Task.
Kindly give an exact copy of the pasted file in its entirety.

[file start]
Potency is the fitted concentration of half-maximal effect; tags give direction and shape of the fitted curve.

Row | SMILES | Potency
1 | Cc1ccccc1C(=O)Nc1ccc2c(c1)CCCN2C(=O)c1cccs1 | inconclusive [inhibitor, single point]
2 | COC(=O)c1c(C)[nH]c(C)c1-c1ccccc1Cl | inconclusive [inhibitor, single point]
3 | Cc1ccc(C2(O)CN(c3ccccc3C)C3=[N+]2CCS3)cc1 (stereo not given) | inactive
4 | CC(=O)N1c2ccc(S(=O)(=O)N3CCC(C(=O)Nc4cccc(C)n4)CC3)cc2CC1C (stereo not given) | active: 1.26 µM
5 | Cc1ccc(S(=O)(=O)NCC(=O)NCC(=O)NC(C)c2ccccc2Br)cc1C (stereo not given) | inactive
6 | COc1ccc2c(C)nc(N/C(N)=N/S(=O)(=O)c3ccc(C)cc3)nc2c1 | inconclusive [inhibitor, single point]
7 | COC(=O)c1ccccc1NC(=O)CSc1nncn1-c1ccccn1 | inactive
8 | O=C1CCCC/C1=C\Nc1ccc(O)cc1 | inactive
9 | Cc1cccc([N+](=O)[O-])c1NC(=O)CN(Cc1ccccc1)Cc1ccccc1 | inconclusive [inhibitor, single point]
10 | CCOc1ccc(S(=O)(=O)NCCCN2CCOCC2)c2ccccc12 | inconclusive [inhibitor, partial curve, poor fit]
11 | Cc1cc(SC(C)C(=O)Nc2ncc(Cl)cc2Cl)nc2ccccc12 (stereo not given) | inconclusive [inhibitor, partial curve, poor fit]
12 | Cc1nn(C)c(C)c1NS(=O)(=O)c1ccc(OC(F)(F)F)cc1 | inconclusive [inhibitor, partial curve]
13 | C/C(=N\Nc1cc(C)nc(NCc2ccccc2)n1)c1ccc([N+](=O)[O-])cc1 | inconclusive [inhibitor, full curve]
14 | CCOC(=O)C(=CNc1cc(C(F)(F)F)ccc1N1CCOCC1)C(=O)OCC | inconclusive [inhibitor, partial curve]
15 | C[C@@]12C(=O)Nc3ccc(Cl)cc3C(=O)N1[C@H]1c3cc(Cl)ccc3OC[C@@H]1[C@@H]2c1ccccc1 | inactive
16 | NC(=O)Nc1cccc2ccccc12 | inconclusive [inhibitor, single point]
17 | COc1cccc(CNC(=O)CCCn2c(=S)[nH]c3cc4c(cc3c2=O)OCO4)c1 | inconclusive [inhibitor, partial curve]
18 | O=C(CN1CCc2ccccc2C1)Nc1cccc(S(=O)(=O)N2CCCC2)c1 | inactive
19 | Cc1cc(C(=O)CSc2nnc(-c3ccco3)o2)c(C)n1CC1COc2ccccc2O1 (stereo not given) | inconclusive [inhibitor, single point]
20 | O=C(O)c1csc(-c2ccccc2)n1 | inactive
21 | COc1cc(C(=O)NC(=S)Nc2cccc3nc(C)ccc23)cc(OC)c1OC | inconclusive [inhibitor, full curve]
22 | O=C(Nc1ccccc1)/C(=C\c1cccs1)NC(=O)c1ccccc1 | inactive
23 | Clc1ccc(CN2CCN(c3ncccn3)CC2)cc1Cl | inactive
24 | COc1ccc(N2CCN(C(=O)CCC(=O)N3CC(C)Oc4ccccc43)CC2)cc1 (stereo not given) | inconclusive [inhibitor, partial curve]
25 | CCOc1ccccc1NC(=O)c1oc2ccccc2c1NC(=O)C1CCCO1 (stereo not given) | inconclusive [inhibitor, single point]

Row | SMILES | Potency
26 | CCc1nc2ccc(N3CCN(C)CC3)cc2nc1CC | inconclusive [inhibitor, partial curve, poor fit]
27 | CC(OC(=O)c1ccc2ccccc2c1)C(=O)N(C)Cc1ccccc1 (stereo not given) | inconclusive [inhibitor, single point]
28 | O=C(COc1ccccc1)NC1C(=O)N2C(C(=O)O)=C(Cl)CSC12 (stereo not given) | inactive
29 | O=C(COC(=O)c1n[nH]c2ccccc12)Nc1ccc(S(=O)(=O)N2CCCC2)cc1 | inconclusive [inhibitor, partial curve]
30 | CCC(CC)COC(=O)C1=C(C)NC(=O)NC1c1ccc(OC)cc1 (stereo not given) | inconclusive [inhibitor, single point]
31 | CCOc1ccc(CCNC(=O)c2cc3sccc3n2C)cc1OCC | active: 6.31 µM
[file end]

Potency is the fitted concentration of half-maximal effect; tags give direction and shape of the fitted curve.

Row | SMILES | Potency
1 | Cc1ccccc1C(=O)Nc1ccc2c(c1)CCCN2C(=O)c1cccs1 | inconclusive [inhibitor, single point]
2 | COC(=O)c1c(C)[nH]c(C)c1-c1ccccc1Cl | inconclusive [inhibitor, single point]
3 | Cc1ccc(C2(O)CN(c3ccccc3C)C3=[N+]2CCS3)cc1 (stereo not given) | inactive
4 | CC(=O)N1c2ccc(S(=O)(=O)N3CCC(C(=O)Nc4cccc(C)n4)CC3)cc2CC1C (stereo not given) | active: 1.26 µM
5 | Cc1ccc(S(=O)(=O)NCC(=O)NCC(=O)NC(C)c2ccccc2Br)cc1C (stereo not given) | inactive
6 | COc1ccc2c(C)nc(N/C(N)=N/S(=O)(=O)c3ccc(C)cc3)nc2c1 | inconclusive [inhibitor, single point]
7 | COC(=O)c1ccccc1NC(=O)CSc1nncn1-c1ccccn1 | inactive
8 | O=C1CCCC/C1=C\Nc1ccc(O)cc1 | inactive
9 | Cc1cccc([N+](=O)[O-])c1NC(=O)CN(Cc1ccccc1)Cc1ccccc1 | inconclusive [inhibitor, single point]
10 | CCOc1ccc(S(=O)(=O)NCCCN2CCOCC2)c2ccccc12 | inconclusive [inhibitor, partial curve, poor fit]
11 | Cc1cc(SC(C)C(=O)Nc2ncc(Cl)cc2Cl)nc2ccccc12 (stereo not given) | inconclusive [inhibitor, partial curve, poor fit]
12 | Cc1nn(C)c(C)c1NS(=O)(=O)c1ccc(OC(F)(F)F)cc1 | inconclusive [inhibitor, partial curve]
13 | C/C(=N\Nc1cc(C)nc(NCc2ccccc2)n1)c1ccc([N+](=O)[O-])cc1 | inconclusive [inhibitor, full curve]
14 | CCOC(=O)C(=CNc1cc(C(F)(F)F)ccc1N1CCOCC1)C(=O)OCC | inconclusive [inhibitor, partial curve]
15 | C[C@@]12C(=O)Nc3ccc(Cl)cc3C(=O)N1[C@H]1c3cc(Cl)ccc3OC[C@@H]1[C@@H]2c1ccccc1 | inactive
16 | NC(=O)Nc1cccc2ccccc12 | inconclusive [inhibitor, single point]
17 | COc1cccc(CNC(=O)CCCn2c(=S)[nH]c3cc4c(cc3c2=O)OCO4)c1 | inconclusive [inhibitor, partial curve]
18 | O=C(CN1CCc2ccccc2C1)Nc1cccc(S(=O)(=O)N2CCCC2)c1 | inactive
19 | Cc1cc(C(=O)CSc2nnc(-c3ccco3)o2)c(C)n1CC1COc2ccccc2O1 (stereo not given) | inconclusive [inhibitor, single point]
20 | O=C(O)c1csc(-c2ccccc2)n1 | inactive
21 | COc1cc(C(=O)NC(=S)Nc2cccc3nc(C)ccc23)cc(OC)c1OC | inconclusive [inhibitor, full curve]
22 | O=C(Nc1ccccc1)/C(=C\c1cccs1)NC(=O)c1ccccc1 | inactive
23 | Clc1ccc(CN2CCN(c3ncccn3)CC2)cc1Cl | inactive
24 | COc1ccc(N2CCN(C(=O)CCC(=O)N3CC(C)Oc4ccccc43)CC2)cc1 (stereo not given) | inconclusive [inhibitor, partial curve]
25 | CCOc1ccccc1NC(=O)c1oc2ccccc2c1NC(=O)C1CCCO1 (stereo not given) | inconclusive [inhibitor, single point]

Row | SMILES | Potency
26 | CCc1nc2ccc(N3CCN(C)CC3)cc2nc1CC | inconclusive [inhibitor, partial curve, poor fit]
27 | CC(OC(=O)c1ccc2ccccc2c1)C(=O)N(C)Cc1ccccc1 (stereo not given) | inconclusive [inhibitor, single point]
28 | O=C(COc1ccccc1)NC1C(=O)N2C(C(=O)O)=C(Cl)CSC12 (stereo not given) | inactive
29 | O=C(COC(=O)c1n[nH]c2ccccc12)Nc1ccc(S(=O)(=O)N2CCCC2)cc1 | inconclusive [inhibitor, partial curve]
30 | CCC(CC)COC(=O)C1=C(C)NC(=O)NC1c1ccc(OC)cc1 (stereo not given) | inconclusive [inhibitor, single point]
31 | CCOc1ccc(CCNC(=O)c2cc3sccc3n2C)cc1OCC | active: 6.31 µM